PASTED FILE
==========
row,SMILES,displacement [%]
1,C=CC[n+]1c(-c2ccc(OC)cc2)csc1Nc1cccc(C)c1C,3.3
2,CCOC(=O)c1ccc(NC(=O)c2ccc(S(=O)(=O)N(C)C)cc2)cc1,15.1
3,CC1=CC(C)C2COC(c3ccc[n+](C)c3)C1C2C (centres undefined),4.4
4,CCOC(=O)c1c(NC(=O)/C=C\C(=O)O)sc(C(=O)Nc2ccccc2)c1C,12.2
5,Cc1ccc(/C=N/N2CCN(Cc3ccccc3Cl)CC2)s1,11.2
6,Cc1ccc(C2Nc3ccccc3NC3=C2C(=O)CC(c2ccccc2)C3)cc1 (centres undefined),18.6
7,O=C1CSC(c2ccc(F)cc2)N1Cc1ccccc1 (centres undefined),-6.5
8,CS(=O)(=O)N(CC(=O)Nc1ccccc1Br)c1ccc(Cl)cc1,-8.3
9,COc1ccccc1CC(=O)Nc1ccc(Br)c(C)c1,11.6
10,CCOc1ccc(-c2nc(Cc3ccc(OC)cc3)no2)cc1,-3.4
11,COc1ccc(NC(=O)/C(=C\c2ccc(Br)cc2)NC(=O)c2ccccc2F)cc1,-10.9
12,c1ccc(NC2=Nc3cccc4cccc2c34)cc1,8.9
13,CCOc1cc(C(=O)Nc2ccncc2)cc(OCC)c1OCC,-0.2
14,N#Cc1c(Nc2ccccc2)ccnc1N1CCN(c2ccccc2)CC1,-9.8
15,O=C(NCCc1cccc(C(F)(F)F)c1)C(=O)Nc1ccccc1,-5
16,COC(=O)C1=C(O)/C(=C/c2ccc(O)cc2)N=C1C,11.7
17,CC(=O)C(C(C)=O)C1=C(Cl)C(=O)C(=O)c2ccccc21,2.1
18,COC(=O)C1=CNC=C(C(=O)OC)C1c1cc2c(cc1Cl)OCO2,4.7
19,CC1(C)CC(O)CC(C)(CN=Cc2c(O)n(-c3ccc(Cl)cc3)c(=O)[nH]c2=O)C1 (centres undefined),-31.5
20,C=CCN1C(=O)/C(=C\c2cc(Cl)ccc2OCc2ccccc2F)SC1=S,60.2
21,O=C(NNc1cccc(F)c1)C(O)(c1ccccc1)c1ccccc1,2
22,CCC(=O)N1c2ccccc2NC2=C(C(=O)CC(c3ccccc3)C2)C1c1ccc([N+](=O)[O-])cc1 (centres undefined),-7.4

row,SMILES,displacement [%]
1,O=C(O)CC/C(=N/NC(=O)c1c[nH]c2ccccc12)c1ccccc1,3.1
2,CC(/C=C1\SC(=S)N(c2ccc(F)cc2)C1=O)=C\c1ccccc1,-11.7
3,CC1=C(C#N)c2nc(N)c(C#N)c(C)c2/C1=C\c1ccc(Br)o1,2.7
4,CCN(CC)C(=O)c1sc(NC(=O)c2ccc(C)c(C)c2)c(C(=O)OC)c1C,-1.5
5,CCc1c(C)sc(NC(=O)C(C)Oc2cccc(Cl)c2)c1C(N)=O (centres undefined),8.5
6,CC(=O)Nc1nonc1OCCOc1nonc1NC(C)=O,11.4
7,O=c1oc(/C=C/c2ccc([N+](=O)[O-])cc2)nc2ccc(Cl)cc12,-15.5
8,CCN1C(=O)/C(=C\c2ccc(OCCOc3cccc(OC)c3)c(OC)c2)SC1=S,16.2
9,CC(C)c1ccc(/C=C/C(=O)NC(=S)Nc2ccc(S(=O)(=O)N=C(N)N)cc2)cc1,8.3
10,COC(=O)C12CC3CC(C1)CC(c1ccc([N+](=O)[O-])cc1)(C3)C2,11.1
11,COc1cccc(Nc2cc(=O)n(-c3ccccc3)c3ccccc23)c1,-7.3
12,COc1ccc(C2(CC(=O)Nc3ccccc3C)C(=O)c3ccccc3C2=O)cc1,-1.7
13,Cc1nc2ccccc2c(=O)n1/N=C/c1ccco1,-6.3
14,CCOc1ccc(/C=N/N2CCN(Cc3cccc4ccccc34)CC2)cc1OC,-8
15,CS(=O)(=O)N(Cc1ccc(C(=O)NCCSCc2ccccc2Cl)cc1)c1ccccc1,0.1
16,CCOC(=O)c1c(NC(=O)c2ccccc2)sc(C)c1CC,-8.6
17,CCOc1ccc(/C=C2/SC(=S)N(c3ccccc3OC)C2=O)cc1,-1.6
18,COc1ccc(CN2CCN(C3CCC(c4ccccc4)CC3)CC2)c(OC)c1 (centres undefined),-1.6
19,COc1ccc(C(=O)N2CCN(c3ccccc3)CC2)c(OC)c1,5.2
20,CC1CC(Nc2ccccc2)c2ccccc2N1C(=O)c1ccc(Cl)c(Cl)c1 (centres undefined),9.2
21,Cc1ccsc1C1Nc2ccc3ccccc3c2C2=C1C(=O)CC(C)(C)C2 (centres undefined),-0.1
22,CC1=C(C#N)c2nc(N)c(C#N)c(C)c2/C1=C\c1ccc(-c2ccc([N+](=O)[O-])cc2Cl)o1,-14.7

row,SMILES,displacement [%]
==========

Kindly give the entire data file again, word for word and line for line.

row,SMILES,displacement [%]
1,C=CC[n+]1c(-c2ccc(OC)cc2)csc1Nc1cccc(C)c1C,3.3
2,CCOC(=O)c1ccc(NC(=O)c2ccc(S(=O)(=O)N(C)C)cc2)cc1,15.1
3,CC1=CC(C)C2COC(c3ccc[n+](C)c3)C1C2C (centres undefined),4.4
4,CCOC(=O)c1c(NC(=O)/C=C\C(=O)O)sc(C(=O)Nc2ccccc2)c1C,12.2
5,Cc1ccc(/C=N/N2CCN(Cc3ccccc3Cl)CC2)s1,11.2
6,Cc1ccc(C2Nc3ccccc3NC3=C2C(=O)CC(c2ccccc2)C3)cc1 (centres undefined),18.6
7,O=C1CSC(c2ccc(F)cc2)N1Cc1ccccc1 (centres undefined),-6.5
8,CS(=O)(=O)N(CC(=O)Nc1ccccc1Br)c1ccc(Cl)cc1,-8.3
9,COc1ccccc1CC(=O)Nc1ccc(Br)c(C)c1,11.6
10,CCOc1ccc(-c2nc(Cc3ccc(OC)cc3)no2)cc1,-3.4
11,COc1ccc(NC(=O)/C(=C\c2ccc(Br)cc2)NC(=O)c2ccccc2F)cc1,-10.9
12,c1ccc(NC2=Nc3cccc4cccc2c34)cc1,8.9
13,CCOc1cc(C(=O)Nc2ccncc2)cc(OCC)c1OCC,-0.2
14,N#Cc1c(Nc2ccccc2)ccnc1N1CCN(c2ccccc2)CC1,-9.8
15,O=C(NCCc1cccc(C(F)(F)F)c1)C(=O)Nc1ccccc1,-5
16,COC(=O)C1=C(O)/C(=C/c2ccc(O)cc2)N=C1C,11.7
17,CC(=O)C(C(C)=O)C1=C(Cl)C(=O)C(=O)c2ccccc21,2.1
18,COC(=O)C1=CNC=C(C(=O)OC)C1c1cc2c(cc1Cl)OCO2,4.7
19,CC1(C)CC(O)CC(C)(CN=Cc2c(O)n(-c3ccc(Cl)cc3)c(=O)[nH]c2=O)C1 (centres undefined),-31.5
20,C=CCN1C(=O)/C(=C\c2cc(Cl)ccc2OCc2ccccc2F)SC1=S,60.2
21,O=C(NNc1cccc(F)c1)C(O)(c1ccccc1)c1ccccc1,2
22,CCC(=O)N1c2ccccc2NC2=C(C(=O)CC(c3ccccc3)C2)C1c1ccc([N+](=O)[O-])cc1 (centres undefined),-7.4

row,SMILES,displacement [%]
1,O=C(O)CC/C(=N/NC(=O)c1c[nH]c2ccccc12)c1ccccc1,3.1
2,CC(/C=C1\SC(=S)N(c2ccc(F)cc2)C1=O)=C\c1ccccc1,-11.7
3,CC1=C(C#N)c2nc(N)c(C#N)c(C)c2/C1=C\c1ccc(Br)o1,2.7
4,CCN(CC)C(=O)c1sc(NC(=O)c2ccc(C)c(C)c2)c(C(=O)OC)c1C,-1.5
5,CCc1c(C)sc(NC(=O)C(C)Oc2cccc(Cl)c2)c1C(N)=O (centres undefined),8.5
6,CC(=O)Nc1nonc1OCCOc1nonc1NC(C)=O,11.4
7,O=c1oc(/C=C/c2ccc([N+](=O)[O-])cc2)nc2ccc(Cl)cc12,-15.5
8,CCN1C(=O)/C(=C\c2ccc(OCCOc3cccc(OC)c3)c(OC)c2)SC1=S,16.2
9,CC(C)c1ccc(/C=C/C(=O)NC(=S)Nc2ccc(S(=O)(=O)N=C(N)N)cc2)cc1,8.3
10,COC(=O)C12CC3CC(C1)CC(c1ccc([N+](=O)[O-])cc1)(C3)C2,11.1
11,COc1cccc(Nc2cc(=O)n(-c3ccccc3)c3ccccc23)c1,-7.3
12,COc1ccc(C2(CC(=O)Nc3ccccc3C)C(=O)c3ccccc3C2=O)cc1,-1.7
13,Cc1nc2ccccc2c(=O)n1/N=C/c1ccco1,-6.3
14,CCOc1ccc(/C=N/N2CCN(Cc3cccc4ccccc34)CC2)cc1OC,-8
15,CS(=O)(=O)N(Cc1ccc(C(=O)NCCSCc2ccccc2Cl)cc1)c1ccccc1,0.1
16,CCOC(=O)c1c(NC(=O)c2ccccc2)sc(C)c1CC,-8.6
17,CCOc1ccc(/C=C2/SC(=S)N(c3ccccc3OC)C2=O)cc1,-1.6
18,COc1ccc(CN2CCN(C3CCC(c4ccccc4)CC3)CC2)c(OC)c1 (centres undefined),-1.6
19,COc1ccc(C(=O)N2CCN(c3ccccc3)CC2)c(OC)c1,5.2
20,CC1CC(Nc2ccccc2)c2ccccc2N1C(=O)c1ccc(Cl)c(Cl)c1 (centres undefined),9.2
21,Cc1ccsc1C1Nc2ccc3ccccc3c2C2=C1C(=O)CC(C)(C)C2 (centres undefined),-0.1
22,CC1=C(C#N)c2nc(N)c(C#N)c(C)c2/C1=C\c1ccc(-c2ccc([N+](=O)[O-])cc2Cl)o1,-14.7

row,SMILES,displacement [%]